Earth-like exoplanets likely won't be another 'pale blue dot'

Earth-like exoplanets likely won’t be another ‘pale blue dot’

Terrestrial planets can evolve according to three land/ocean distribution scenarios: covered by land, by ocean, or by an equal mixture of the two. The terrestrial planet is the most likely scenario (around 80%), while our “mixed” Earth (

When searching for Earth-like worlds around other stars, instead of looking for the “pale blue dot” described by Carl Sagan, new research suggests that a hunt for dry and cold “pale yellow dots” could have better chances of success. The near land-water balance that allowed life to thrive on Earth could be highly unusual, according to a Swiss-German study presented at the Europlanet 2022 Science Congress in Granada.

Tilman Spohn and Dennis Höning studied how the evolution and cycles of continents and water could shape the development of terrestrial exoplanets. Their model results suggest that planets have a roughly 80% chance of being mostly land-covered, with 20% likely to be mostly ocean worlds. Just 1% of the results had an Earth-like distribution of land and water.

“We Earthlings enjoy the balance between land and ocean on our home planet. It’s tempting to assume that a second Earth would be like ours, but our modeling results suggest that’s not likely to be the case. “, Professor Spohn said. , Executive Director of the International Institute of Space Science in Bern, Switzerland.

The team’s numerical models suggest that the average surface temperatures would not be too different, with perhaps a variation of 5° Celsius, but that the land-ocean distribution would affect the climates of the planets. An oceanic world, less than 10% land, would likely be humid and warm, with a climate similar to Earth’s during the tropical and subtropical era following the asteroid impact that caused the extinction. dinosaurs.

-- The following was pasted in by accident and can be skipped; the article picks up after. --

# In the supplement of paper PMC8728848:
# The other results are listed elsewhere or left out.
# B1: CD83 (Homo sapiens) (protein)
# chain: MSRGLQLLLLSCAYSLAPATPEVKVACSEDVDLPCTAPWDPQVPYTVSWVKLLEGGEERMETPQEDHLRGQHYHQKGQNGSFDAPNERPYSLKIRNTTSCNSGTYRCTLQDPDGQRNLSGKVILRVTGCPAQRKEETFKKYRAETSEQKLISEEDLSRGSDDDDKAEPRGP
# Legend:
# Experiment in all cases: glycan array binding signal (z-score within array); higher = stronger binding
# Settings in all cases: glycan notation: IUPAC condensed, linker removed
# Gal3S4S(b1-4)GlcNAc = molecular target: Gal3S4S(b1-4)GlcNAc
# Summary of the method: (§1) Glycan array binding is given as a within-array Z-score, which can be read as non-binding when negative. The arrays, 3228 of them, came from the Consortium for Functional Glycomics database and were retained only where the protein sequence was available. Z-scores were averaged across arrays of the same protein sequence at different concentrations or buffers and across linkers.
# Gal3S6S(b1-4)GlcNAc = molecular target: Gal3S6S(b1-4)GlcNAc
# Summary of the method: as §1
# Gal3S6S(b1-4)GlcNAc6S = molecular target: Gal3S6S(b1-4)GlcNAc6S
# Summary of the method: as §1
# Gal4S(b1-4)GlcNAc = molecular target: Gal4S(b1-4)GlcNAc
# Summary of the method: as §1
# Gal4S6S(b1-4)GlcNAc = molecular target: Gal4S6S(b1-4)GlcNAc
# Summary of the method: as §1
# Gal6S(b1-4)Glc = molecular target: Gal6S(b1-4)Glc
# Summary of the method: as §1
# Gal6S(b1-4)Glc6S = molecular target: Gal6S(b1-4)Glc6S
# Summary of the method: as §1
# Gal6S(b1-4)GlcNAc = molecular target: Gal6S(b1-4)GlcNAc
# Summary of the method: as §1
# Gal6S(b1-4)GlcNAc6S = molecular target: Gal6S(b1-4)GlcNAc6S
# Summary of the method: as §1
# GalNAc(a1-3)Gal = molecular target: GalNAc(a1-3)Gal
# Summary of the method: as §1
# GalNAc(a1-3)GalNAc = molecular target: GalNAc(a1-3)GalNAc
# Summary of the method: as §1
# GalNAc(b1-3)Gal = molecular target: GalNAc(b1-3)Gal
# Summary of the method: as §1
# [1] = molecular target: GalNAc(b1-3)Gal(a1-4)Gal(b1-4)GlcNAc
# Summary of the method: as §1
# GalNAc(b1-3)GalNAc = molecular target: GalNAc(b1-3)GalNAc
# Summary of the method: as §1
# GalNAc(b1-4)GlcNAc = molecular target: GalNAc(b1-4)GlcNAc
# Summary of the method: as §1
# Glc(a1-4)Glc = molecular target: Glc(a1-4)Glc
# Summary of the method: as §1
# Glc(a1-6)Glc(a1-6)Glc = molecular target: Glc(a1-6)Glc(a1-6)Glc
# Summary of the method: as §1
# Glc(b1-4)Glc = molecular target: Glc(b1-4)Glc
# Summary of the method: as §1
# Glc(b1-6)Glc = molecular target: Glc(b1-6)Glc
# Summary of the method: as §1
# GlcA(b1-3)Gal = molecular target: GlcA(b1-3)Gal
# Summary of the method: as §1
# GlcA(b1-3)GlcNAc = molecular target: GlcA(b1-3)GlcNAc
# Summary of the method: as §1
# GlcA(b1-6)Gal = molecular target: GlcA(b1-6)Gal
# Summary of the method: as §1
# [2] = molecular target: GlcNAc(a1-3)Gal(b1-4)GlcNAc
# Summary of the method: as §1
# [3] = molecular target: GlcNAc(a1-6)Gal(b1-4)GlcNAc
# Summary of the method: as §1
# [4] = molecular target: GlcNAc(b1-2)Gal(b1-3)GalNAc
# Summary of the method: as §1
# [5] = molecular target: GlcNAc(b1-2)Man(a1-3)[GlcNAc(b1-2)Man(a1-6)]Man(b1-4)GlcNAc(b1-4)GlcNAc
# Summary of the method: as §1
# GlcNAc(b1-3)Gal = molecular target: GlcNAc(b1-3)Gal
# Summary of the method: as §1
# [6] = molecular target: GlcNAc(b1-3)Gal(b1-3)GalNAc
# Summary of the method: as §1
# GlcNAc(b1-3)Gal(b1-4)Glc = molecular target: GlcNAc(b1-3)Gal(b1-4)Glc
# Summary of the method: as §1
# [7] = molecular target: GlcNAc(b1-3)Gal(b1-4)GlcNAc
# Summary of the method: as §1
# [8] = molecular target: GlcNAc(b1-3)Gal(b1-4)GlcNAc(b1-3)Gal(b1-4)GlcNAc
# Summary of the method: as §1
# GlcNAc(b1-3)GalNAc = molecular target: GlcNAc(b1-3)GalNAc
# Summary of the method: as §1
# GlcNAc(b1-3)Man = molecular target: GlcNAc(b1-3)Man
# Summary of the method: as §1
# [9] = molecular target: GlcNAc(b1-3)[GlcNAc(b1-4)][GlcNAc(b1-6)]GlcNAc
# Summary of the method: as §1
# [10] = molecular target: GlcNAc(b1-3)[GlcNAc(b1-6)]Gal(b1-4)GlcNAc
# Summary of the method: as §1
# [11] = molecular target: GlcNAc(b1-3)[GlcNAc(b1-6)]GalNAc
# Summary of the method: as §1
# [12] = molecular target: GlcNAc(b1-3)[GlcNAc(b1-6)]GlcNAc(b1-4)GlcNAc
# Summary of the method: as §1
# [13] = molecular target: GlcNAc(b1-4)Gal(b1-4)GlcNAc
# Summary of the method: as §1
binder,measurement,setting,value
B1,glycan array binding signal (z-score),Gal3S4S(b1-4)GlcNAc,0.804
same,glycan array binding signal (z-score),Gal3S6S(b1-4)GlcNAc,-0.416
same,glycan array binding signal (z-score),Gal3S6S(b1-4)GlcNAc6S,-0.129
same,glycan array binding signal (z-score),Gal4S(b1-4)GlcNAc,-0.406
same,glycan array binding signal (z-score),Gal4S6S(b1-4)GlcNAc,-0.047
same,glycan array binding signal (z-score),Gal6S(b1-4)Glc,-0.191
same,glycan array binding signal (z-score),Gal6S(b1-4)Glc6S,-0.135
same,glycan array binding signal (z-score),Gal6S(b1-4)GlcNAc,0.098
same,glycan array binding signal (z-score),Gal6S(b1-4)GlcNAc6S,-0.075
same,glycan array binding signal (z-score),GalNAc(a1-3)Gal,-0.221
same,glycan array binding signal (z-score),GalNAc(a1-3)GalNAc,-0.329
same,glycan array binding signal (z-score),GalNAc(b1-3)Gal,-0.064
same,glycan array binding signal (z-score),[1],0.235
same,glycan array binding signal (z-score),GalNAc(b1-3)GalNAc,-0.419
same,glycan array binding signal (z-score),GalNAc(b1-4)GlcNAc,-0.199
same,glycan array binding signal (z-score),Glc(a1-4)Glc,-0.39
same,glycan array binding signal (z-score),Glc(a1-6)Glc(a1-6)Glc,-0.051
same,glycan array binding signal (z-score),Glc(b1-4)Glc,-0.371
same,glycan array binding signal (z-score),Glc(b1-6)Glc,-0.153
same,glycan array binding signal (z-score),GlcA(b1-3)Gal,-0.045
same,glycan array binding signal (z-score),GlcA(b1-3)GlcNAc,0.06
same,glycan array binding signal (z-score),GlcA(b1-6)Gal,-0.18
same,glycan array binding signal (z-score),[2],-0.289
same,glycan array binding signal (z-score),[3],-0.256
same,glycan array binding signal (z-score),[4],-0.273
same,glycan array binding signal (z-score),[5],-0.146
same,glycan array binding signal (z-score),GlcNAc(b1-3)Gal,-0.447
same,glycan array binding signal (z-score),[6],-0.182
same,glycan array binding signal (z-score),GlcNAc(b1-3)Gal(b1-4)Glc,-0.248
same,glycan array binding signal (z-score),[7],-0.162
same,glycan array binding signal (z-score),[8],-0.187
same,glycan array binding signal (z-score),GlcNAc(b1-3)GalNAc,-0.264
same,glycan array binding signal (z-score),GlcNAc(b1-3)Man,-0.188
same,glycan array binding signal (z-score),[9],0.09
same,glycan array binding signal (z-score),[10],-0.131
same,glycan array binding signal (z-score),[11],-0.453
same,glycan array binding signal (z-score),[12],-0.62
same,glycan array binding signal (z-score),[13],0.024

Continental worlds, with less than 30% ocean, would have colder, drier, and harsher climates. Cold deserts could occupy the interior parts of landmasses, and overall they would resemble our Earth during the last ice age, when vast glaciers and ice caps developed.

On Earth, the growth of continents by volcanic activity and their erosion by weathering are roughly balanced. Life based on photosynthesis thrives on earth, where it has direct access to solar energy. The oceans provide a huge reservoir of water that improves rainfall and prevents the current climate from becoming too dry.

“In the engine of Earth’s plate tectonics, internal heat drives geological activity, such as earthquakes, volcanoes and mountain formation, and drives the growth of continents. Earth erosion is part of “a series of cycles that exchange water between the atmosphere and the interior. Our numerical models of how these cycles interact show that present-day Earth may be an exceptional planet, and that the balance of landmass may be unstable for billions of years. While all of the modeled planets could be considered habitable, their flora and fauna can be very different,” Prof Spohn said.

The riddle of life: the location of land on a planet can affect its habitability

More information:
Summary of the conference: meetingorganizer.copernicus.or … 22/EPSC2022-506.html

Provided by the European Astrobiology Network Association

Quote: Earth-like exoplanets are unlikely to be another “pale blue dot” (2022, September 20) Retrieved September 21, 2022 from pale-blue-dot .html

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